Grand National photo-finish marred by deaths


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The Independent Online

Thousands of racecourse spectators and millions of TV viewers watched the closest Grand National in history today, but the event was marred by tragedy as big favourite Synchronised died after a fall.

There was relief among the bookies after grey outsider Neptune Collonges, at 33/1, edged to a photo-finish victory in the 165th running of the world's most famous steeplechase at Aintree on Merseyside.

The race was late starting after Synchronised threw his jockey Tony McCoy and got loose.

Synchronised was rounded up and reunited with McCoy in time to run, but was one of two mounts to die following falls - the other was According to Pete.

The organisers of the race said a third horse, Killyglen, was receiving treatment but his injuries were not thought to be life-threatening.

Four horses died at the meet last year, including Dooneys Gate and Ornais during the big race itself.

In the wake of these deaths, the organisers of the Grand National introduced changes to the course this year, which included reducing drops on the landing side of fences.

Commenting on the death of the two horses today, Julian Thick, Aintree Managing director, said: "We are desperately sad at these two accidents and our sympathies are with the connections of both horses.

"When a horse gets hurt, everyone is deeply upset.

"Safety is the first priority for the organisers of the Grand National and we make every effort to ensure that everyone involved in the event is able to participate safely.

"Since last year we have made further significant changes to the course and there have been four races run over the course without serious incident since then.

"After today we will, as always, be looking at all aspects of this year's race to see how we can improve safety further."

Paul Nicholls, the trainer of winner Neptune Collonges, said: "Millions of people watch the race many people get pleasure from it.

"We all knew before we came here the risks.

"The horses get looked after brilliantly but unfortunately these things do happen."

On a happier note, jockey Katie Walsh, 27, came closer than any other woman before to becoming the first female rider to win the Grand National during her debut in the race.

The sister of star jockey Ruby Walsh, who was not able to take part following a fall earlier in the day, brought Seabass in third.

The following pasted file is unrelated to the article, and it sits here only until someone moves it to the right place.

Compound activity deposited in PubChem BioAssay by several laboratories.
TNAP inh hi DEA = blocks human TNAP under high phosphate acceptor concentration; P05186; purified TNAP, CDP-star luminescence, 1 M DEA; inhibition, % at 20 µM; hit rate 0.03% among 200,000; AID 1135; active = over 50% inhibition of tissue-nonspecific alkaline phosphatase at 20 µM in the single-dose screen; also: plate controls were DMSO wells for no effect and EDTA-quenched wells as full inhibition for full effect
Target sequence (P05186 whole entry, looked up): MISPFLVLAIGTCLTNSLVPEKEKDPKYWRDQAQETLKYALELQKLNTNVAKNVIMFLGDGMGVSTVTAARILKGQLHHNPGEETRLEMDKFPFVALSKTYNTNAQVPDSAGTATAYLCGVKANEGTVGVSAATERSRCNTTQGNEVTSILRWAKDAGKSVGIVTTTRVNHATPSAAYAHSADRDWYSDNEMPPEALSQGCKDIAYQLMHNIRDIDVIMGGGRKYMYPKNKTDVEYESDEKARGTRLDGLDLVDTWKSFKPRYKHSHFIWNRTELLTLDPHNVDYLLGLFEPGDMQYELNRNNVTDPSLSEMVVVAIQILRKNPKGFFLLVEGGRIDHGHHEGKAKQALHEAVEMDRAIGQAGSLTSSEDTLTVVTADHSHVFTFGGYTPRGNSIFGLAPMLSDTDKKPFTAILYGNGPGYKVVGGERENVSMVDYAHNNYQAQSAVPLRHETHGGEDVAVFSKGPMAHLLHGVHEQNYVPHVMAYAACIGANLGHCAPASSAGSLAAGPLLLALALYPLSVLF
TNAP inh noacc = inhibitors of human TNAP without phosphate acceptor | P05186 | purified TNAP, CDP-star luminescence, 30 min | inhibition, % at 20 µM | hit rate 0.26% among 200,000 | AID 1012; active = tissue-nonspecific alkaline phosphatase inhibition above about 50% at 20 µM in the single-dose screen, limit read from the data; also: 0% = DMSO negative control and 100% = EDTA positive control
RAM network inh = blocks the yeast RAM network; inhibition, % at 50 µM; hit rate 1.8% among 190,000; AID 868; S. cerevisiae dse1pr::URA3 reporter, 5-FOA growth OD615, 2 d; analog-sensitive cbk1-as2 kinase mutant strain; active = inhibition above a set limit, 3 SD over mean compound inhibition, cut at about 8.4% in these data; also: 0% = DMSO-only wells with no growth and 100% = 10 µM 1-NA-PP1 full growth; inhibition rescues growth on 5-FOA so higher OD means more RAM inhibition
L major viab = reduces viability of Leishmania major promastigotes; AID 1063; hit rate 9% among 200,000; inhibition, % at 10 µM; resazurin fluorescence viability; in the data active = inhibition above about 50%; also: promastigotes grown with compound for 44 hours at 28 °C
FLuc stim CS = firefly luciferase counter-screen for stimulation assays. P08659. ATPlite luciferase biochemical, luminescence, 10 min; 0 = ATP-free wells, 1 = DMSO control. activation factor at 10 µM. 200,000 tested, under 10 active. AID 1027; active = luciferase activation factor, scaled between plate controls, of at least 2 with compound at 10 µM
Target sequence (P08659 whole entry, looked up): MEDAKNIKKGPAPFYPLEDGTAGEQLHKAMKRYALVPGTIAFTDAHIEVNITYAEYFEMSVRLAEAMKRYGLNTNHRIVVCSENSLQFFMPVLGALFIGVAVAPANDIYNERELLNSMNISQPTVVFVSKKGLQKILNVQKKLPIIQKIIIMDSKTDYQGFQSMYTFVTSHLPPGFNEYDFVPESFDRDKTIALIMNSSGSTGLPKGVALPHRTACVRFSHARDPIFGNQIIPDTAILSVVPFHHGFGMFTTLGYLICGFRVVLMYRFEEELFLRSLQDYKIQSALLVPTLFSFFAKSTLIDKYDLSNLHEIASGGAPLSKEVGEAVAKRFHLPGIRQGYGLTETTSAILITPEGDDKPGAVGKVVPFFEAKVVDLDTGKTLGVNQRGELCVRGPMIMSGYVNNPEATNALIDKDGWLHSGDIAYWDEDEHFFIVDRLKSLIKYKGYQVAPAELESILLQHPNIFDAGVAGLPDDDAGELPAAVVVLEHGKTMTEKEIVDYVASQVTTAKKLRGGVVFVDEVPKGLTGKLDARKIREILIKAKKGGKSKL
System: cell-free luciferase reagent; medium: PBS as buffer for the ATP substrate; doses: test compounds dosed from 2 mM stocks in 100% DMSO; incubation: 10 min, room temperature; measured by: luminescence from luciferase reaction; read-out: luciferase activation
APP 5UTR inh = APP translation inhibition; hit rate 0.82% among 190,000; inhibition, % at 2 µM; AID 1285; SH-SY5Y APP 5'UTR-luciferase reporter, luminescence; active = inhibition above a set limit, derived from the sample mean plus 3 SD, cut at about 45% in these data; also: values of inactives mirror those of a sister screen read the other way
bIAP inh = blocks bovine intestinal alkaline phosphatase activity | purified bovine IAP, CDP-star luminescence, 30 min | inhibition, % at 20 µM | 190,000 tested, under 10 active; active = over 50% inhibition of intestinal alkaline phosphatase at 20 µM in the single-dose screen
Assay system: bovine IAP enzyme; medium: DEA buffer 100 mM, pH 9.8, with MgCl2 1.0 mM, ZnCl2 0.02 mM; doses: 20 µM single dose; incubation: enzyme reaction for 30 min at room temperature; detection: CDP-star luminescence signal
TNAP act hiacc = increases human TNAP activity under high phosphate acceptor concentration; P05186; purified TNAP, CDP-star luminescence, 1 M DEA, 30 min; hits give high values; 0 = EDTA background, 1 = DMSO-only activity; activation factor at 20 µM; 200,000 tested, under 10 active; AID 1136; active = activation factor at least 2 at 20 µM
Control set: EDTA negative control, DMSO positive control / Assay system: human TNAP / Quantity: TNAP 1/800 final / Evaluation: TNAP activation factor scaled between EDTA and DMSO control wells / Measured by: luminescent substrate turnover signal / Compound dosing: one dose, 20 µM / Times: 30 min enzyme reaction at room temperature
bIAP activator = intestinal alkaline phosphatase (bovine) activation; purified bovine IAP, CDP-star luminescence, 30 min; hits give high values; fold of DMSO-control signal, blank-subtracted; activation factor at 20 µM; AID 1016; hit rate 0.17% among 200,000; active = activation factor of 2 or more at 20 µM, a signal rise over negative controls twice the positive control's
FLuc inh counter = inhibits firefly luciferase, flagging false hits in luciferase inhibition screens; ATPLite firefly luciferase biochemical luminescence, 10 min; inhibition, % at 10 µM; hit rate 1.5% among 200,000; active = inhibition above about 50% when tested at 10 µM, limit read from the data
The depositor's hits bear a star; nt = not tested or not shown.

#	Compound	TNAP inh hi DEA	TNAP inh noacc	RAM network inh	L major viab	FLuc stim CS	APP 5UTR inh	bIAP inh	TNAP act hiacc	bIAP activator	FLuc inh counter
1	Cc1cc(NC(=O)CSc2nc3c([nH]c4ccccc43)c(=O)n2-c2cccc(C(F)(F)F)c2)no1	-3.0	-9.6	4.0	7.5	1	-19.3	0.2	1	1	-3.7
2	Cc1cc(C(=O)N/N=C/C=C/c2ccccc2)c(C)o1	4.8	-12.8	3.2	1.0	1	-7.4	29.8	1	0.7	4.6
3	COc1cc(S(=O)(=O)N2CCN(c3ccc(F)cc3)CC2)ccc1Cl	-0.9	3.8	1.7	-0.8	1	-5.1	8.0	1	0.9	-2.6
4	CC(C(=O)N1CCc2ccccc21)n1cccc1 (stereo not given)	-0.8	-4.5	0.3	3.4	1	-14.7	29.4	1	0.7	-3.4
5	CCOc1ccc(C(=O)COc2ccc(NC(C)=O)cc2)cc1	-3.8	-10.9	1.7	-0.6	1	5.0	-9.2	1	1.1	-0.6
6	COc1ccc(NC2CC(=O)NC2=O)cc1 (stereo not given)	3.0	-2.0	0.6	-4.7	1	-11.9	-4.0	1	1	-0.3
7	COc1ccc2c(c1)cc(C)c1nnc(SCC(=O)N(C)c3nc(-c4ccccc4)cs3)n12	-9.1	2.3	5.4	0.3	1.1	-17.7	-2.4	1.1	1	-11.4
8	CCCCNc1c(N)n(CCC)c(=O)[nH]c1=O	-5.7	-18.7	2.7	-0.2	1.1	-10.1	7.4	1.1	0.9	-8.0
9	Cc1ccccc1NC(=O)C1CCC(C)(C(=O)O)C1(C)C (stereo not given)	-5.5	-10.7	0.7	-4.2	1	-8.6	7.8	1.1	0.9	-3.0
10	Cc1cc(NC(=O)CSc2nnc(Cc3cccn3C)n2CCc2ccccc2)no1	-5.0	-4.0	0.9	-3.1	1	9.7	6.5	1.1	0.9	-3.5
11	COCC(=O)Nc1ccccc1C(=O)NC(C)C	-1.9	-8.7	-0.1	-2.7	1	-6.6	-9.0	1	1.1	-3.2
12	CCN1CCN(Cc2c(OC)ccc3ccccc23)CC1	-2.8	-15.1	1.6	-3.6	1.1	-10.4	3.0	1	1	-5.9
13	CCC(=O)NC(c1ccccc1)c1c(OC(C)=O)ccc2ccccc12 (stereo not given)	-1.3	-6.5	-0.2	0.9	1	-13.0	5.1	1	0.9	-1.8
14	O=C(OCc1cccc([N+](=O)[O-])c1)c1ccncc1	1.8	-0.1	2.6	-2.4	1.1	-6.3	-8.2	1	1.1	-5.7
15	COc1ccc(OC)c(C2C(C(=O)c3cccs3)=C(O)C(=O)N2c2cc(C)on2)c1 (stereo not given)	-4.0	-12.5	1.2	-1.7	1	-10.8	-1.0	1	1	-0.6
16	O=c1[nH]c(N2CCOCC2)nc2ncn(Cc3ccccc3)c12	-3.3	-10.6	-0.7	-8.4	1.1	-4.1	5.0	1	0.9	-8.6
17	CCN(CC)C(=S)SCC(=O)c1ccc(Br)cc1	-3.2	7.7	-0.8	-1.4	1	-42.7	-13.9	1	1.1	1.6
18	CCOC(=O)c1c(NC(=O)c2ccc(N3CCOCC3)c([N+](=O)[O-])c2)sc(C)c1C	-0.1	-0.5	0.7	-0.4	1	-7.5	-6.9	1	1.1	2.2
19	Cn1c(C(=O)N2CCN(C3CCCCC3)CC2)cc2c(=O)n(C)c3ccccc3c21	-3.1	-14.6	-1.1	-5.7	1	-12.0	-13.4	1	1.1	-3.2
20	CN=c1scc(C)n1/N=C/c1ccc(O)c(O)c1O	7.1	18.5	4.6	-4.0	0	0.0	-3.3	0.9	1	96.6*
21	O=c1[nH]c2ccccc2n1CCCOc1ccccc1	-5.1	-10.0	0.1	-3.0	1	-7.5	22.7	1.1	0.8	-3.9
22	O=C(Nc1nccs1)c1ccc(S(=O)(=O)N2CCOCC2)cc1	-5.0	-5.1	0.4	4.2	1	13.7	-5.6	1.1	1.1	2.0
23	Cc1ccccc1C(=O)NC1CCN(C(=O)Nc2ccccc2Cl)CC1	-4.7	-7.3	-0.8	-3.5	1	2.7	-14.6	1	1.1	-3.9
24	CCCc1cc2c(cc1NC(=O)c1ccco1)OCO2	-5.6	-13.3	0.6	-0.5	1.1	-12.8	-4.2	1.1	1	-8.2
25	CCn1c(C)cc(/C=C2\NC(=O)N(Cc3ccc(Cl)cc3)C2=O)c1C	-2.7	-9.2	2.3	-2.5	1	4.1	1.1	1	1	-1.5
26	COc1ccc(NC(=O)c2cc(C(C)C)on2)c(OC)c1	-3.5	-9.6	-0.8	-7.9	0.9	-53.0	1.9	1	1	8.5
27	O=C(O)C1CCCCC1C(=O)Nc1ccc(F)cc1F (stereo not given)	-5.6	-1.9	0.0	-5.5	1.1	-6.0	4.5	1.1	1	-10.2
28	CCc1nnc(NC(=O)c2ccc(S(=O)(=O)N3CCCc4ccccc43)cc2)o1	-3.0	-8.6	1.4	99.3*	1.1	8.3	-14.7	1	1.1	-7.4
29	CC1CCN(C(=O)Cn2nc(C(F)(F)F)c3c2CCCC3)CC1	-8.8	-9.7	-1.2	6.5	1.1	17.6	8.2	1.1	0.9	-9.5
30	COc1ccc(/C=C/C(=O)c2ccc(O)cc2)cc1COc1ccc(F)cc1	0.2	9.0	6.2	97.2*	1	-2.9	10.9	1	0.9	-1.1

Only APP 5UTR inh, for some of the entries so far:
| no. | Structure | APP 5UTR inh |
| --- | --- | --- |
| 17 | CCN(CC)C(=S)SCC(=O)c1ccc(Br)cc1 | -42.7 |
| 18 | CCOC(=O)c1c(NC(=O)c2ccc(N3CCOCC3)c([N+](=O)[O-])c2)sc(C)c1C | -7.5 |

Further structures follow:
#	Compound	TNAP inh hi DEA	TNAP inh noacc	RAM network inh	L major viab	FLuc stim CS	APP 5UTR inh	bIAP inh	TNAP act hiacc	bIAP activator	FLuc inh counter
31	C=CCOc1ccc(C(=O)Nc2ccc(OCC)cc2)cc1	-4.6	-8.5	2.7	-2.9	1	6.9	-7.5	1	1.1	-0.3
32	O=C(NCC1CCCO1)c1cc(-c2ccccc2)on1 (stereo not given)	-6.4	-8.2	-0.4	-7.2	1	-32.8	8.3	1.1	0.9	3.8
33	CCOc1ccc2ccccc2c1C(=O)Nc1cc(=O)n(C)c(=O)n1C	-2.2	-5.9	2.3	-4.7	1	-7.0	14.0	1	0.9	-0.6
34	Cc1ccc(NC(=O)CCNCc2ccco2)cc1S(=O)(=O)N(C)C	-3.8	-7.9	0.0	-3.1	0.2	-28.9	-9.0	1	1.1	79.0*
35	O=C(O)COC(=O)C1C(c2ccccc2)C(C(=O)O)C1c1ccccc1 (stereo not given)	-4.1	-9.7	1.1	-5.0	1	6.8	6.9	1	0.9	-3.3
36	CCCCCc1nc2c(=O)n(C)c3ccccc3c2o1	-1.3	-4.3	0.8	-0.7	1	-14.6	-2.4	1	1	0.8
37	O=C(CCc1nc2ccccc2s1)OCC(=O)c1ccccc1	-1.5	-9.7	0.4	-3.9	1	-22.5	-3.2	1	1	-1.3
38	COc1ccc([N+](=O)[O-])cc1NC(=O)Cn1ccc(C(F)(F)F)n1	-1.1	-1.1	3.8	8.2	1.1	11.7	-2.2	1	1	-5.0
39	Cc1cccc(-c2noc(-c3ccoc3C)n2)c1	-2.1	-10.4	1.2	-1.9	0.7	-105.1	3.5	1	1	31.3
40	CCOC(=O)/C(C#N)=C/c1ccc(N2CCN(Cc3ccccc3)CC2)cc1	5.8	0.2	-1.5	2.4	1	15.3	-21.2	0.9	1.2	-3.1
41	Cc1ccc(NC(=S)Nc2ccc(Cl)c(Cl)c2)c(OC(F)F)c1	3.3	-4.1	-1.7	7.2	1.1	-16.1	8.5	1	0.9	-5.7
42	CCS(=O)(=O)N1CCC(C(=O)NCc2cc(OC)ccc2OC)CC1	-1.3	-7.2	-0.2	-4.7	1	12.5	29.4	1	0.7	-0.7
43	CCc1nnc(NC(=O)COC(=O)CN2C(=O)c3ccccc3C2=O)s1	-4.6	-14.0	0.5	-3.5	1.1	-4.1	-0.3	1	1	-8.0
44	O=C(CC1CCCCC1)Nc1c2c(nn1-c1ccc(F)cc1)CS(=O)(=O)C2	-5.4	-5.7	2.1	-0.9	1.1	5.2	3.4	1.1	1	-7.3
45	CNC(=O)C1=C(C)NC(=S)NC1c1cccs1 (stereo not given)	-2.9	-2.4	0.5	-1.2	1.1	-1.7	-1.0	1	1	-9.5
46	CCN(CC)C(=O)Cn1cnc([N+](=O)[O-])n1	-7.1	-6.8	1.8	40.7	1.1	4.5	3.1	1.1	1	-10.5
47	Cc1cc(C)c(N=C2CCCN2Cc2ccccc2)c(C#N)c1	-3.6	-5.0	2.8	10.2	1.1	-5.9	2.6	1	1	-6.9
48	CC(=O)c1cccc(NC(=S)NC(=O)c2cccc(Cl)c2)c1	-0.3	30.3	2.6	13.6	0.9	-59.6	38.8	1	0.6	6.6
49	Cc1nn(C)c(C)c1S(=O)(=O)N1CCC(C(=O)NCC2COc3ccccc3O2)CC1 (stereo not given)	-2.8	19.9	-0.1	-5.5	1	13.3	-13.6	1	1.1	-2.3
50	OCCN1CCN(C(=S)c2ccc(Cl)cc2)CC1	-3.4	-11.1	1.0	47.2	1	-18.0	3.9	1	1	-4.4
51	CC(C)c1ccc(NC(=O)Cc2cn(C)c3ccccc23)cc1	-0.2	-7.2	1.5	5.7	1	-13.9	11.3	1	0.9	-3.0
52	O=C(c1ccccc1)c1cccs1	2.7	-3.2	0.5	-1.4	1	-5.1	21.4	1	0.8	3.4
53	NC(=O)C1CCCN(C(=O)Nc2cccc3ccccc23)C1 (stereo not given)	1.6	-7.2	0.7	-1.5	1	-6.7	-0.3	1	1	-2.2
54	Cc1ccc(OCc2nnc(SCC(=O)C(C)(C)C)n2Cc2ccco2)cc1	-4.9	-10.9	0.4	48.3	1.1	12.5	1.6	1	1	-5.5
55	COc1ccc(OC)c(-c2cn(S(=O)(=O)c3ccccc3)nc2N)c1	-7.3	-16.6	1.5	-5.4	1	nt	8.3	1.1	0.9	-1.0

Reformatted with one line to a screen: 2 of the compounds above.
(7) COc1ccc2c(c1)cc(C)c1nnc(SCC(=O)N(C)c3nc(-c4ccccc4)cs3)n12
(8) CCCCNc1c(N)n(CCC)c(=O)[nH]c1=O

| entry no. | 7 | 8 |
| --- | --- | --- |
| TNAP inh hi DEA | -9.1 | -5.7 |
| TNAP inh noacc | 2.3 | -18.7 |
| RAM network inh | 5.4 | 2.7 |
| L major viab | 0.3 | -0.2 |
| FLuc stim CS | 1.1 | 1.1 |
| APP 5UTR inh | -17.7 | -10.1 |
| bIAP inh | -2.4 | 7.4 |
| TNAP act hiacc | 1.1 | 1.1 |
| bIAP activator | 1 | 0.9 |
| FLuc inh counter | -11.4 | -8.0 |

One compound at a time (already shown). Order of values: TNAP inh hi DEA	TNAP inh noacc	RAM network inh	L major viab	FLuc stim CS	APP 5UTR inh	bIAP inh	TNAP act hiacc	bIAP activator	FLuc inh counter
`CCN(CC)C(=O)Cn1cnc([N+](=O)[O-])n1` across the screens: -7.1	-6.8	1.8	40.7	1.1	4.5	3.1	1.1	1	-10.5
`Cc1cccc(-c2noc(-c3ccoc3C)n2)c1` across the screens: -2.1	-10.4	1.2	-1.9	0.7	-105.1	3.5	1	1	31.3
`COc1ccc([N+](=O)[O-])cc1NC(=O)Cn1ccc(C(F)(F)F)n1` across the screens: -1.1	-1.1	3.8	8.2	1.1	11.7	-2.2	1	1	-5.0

She said: "He gave me an unbelievable spin.

"I was wrong a couple of times and he put me right but it is just a fantastic experience and great to get round.

"I want to go out and do it all over again."

Bookies toasted Neptune Collonges' win after punters laid millions on Seabass in the run up to the race to make it joint favourite with Synchronised.

Fred Done, chairman of bookmaker Betfred, said: "Paying out on Neptune Collonges' National victory is a drop in the ocean compared to the fortune I would have had to shell out if Seabass would have won.

"Katie Walsh winning the world's biggest race could have cost me well over a million quid."

A spokesman for betting shop Paddy Power said: "Punters probably won't remember the 2012 John Smith's Grand National as a race that filled their wallets.

"Seabass finishing third was the only thing that they really had to cheer about as he went off 8/1 joint favourite (together with Synchronised) from 22/1 in the morning, but the bookmakers have certainly come out on top."

Wags Coleen Rooney and Alex Gerrard brought glamour to the racecourse again following yesterday's Ladies' Day.

Liverpool star Steven Gerrard's wife Alex plumped for a tuxedo-inspired Galaxy-style dress in cream and black.

Wayne Rooney's wife Coleen opted for a softer flower and butterfly print for her outfit, dressing son Kai in a white jacket and teal scarf.

The race contributed to a bumper sport day for Merseyside as Liverpool beat Everton 2-1 in the FA Cup semi-final at Wembley.

During the day, fans of both sides walked around the racecourse with stickers proclaiming "I'm a Red" and "I'm a Blue" and watched the game on screens throughout the course.

A massive cheer went up when Liverpool scored a 1-1 equaliser just as the first race of the day, won by Simonsig, drew to a conclusion.

But Evertonians looked glum after Liverpool striker Andy Carroll grabbed a late winner for the Reds.